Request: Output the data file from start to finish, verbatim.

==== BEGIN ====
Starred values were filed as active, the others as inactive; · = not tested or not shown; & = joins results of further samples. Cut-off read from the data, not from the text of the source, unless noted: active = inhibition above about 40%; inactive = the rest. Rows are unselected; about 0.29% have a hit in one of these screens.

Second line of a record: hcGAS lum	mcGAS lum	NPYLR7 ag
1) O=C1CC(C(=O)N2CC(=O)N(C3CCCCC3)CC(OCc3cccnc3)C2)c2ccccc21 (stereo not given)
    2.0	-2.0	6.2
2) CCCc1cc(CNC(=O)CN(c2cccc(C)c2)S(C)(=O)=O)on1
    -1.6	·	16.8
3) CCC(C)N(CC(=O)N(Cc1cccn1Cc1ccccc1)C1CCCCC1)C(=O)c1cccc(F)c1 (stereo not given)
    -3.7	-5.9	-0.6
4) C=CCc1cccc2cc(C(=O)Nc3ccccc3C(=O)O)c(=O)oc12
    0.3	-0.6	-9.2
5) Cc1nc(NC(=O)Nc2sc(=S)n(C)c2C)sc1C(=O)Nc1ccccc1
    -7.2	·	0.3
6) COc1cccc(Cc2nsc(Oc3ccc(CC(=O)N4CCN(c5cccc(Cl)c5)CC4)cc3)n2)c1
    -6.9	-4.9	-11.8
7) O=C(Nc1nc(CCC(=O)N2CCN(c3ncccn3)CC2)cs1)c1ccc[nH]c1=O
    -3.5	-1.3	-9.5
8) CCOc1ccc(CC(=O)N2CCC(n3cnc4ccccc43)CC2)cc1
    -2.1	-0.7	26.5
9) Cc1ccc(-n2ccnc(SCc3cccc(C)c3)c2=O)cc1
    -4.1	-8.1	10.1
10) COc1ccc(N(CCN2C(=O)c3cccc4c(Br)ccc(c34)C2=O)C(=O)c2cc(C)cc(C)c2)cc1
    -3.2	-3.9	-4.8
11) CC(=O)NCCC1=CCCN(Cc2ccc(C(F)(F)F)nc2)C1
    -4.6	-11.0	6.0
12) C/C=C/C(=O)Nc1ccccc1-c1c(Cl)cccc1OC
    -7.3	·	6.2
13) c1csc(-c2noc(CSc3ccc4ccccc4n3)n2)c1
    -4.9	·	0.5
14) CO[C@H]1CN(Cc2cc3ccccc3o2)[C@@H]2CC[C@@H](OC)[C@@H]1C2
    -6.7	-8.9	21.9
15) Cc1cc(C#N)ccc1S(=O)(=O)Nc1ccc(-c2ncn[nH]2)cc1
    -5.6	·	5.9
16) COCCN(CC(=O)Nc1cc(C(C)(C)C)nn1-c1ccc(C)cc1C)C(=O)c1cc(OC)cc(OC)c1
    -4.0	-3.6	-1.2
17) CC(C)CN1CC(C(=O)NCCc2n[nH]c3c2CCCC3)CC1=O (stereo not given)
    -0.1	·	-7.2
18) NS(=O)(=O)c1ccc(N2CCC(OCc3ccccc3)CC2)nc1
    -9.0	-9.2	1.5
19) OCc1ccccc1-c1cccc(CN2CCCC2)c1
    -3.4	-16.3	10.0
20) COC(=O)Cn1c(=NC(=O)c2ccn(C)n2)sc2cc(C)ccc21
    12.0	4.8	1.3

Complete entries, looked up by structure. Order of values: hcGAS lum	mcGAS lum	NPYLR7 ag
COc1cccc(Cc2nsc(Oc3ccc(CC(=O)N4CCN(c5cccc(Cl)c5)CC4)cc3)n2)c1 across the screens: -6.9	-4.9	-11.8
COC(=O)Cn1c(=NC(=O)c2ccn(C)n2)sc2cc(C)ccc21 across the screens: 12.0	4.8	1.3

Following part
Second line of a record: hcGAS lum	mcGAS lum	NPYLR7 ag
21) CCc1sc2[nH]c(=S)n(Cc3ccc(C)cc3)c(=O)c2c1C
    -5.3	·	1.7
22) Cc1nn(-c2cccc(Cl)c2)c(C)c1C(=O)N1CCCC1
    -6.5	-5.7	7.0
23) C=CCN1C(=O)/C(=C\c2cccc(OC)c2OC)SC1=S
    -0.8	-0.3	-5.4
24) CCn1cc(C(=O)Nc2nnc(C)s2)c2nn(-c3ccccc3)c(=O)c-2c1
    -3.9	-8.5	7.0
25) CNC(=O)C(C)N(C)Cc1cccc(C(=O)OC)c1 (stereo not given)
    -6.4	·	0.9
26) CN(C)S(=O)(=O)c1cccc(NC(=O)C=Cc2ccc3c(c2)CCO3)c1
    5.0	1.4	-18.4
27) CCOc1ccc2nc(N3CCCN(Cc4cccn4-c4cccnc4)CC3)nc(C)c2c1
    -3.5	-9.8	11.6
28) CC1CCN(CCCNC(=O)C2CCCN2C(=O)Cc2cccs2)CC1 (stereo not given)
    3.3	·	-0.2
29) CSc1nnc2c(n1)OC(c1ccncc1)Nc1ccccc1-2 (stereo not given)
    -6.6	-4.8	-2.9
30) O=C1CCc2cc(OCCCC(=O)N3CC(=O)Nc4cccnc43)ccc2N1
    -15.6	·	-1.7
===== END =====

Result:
Starred values were filed as active, the others as inactive; · = not tested or not shown; & = joins results of further samples. Cut-off read from the data, not from the text of the source, unless noted: active = inhibition above about 40%; inactive = the rest. Rows are unselected; about 0.29% have a hit in one of these screens.

Second line of a record: hcGAS lum	mcGAS lum	NPYLR7 ag
1) O=C1CC(C(=O)N2CC(=O)N(C3CCCCC3)CC(OCc3cccnc3)C2)c2ccccc21 (stereo not given)
    2.0	-2.0	6.2
2) CCCc1cc(CNC(=O)CN(c2cccc(C)c2)S(C)(=O)=O)on1
    -1.6	·	16.8
3) CCC(C)N(CC(=O)N(Cc1cccn1Cc1ccccc1)C1CCCCC1)C(=O)c1cccc(F)c1 (stereo not given)
    -3.7	-5.9	-0.6
4) C=CCc1cccc2cc(C(=O)Nc3ccccc3C(=O)O)c(=O)oc12
    0.3	-0.6	-9.2
5) Cc1nc(NC(=O)Nc2sc(=S)n(C)c2C)sc1C(=O)Nc1ccccc1
    -7.2	·	0.3
6) COc1cccc(Cc2nsc(Oc3ccc(CC(=O)N4CCN(c5cccc(Cl)c5)CC4)cc3)n2)c1
    -6.9	-4.9	-11.8
7) O=C(Nc1nc(CCC(=O)N2CCN(c3ncccn3)CC2)cs1)c1ccc[nH]c1=O
    -3.5	-1.3	-9.5
8) CCOc1ccc(CC(=O)N2CCC(n3cnc4ccccc43)CC2)cc1
    -2.1	-0.7	26.5
9) Cc1ccc(-n2ccnc(SCc3cccc(C)c3)c2=O)cc1
    -4.1	-8.1	10.1
10) COc1ccc(N(CCN2C(=O)c3cccc4c(Br)ccc(c34)C2=O)C(=O)c2cc(C)cc(C)c2)cc1
    -3.2	-3.9	-4.8
11) CC(=O)NCCC1=CCCN(Cc2ccc(C(F)(F)F)nc2)C1
    -4.6	-11.0	6.0
12) C/C=C/C(=O)Nc1ccccc1-c1c(Cl)cccc1OC
    -7.3	·	6.2
13) c1csc(-c2noc(CSc3ccc4ccccc4n3)n2)c1
    -4.9	·	0.5
14) CO[C@H]1CN(Cc2cc3ccccc3o2)[C@@H]2CC[C@@H](OC)[C@@H]1C2
    -6.7	-8.9	21.9
15) Cc1cc(C#N)ccc1S(=O)(=O)Nc1ccc(-c2ncn[nH]2)cc1
    -5.6	·	5.9
16) COCCN(CC(=O)Nc1cc(C(C)(C)C)nn1-c1ccc(C)cc1C)C(=O)c1cc(OC)cc(OC)c1
    -4.0	-3.6	-1.2
17) CC(C)CN1CC(C(=O)NCCc2n[nH]c3c2CCCC3)CC1=O (stereo not given)
    -0.1	·	-7.2
18) NS(=O)(=O)c1ccc(N2CCC(OCc3ccccc3)CC2)nc1
    -9.0	-9.2	1.5
19) OCc1ccccc1-c1cccc(CN2CCCC2)c1
    -3.4	-16.3	10.0
20) COC(=O)Cn1c(=NC(=O)c2ccn(C)n2)sc2cc(C)ccc21
    12.0	4.8	1.3

Complete entries, looked up by structure. Order of values: hcGAS lum	mcGAS lum	NPYLR7 ag
COc1cccc(Cc2nsc(Oc3ccc(CC(=O)N4CCN(c5cccc(Cl)c5)CC4)cc3)n2)c1 across the screens: -6.9	-4.9	-11.8
COC(=O)Cn1c(=NC(=O)c2ccn(C)n2)sc2cc(C)ccc21 across the screens: 12.0	4.8	1.3

Following part
Second line of a record: hcGAS lum	mcGAS lum	NPYLR7 ag
21) CCc1sc2[nH]c(=S)n(Cc3ccc(C)cc3)c(=O)c2c1C
    -5.3	·	1.7
22) Cc1nn(-c2cccc(Cl)c2)c(C)c1C(=O)N1CCCC1
    -6.5	-5.7	7.0
23) C=CCN1C(=O)/C(=C\c2cccc(OC)c2OC)SC1=S
    -0.8	-0.3	-5.4
24) CCn1cc(C(=O)Nc2nnc(C)s2)c2nn(-c3ccccc3)c(=O)c-2c1
    -3.9	-8.5	7.0
25) CNC(=O)C(C)N(C)Cc1cccc(C(=O)OC)c1 (stereo not given)
    -6.4	·	0.9
26) CN(C)S(=O)(=O)c1cccc(NC(=O)C=Cc2ccc3c(c2)CCO3)c1
    5.0	1.4	-18.4
27) CCOc1ccc2nc(N3CCCN(Cc4cccn4-c4cccnc4)CC3)nc(C)c2c1
    -3.5	-9.8	11.6
28) CC1CCN(CCCNC(=O)C2CCCN2C(=O)Cc2cccs2)CC1 (stereo not given)
    3.3	·	-0.2
29) CSc1nnc2c(n1)OC(c1ccncc1)Nc1ccccc1-2 (stereo not given)
    -6.6	-4.8	-2.9
30) O=C1CCc2cc(OCCCC(=O)N3CC(=O)Nc4cccnc43)ccc2N1
    -15.6	·	-1.7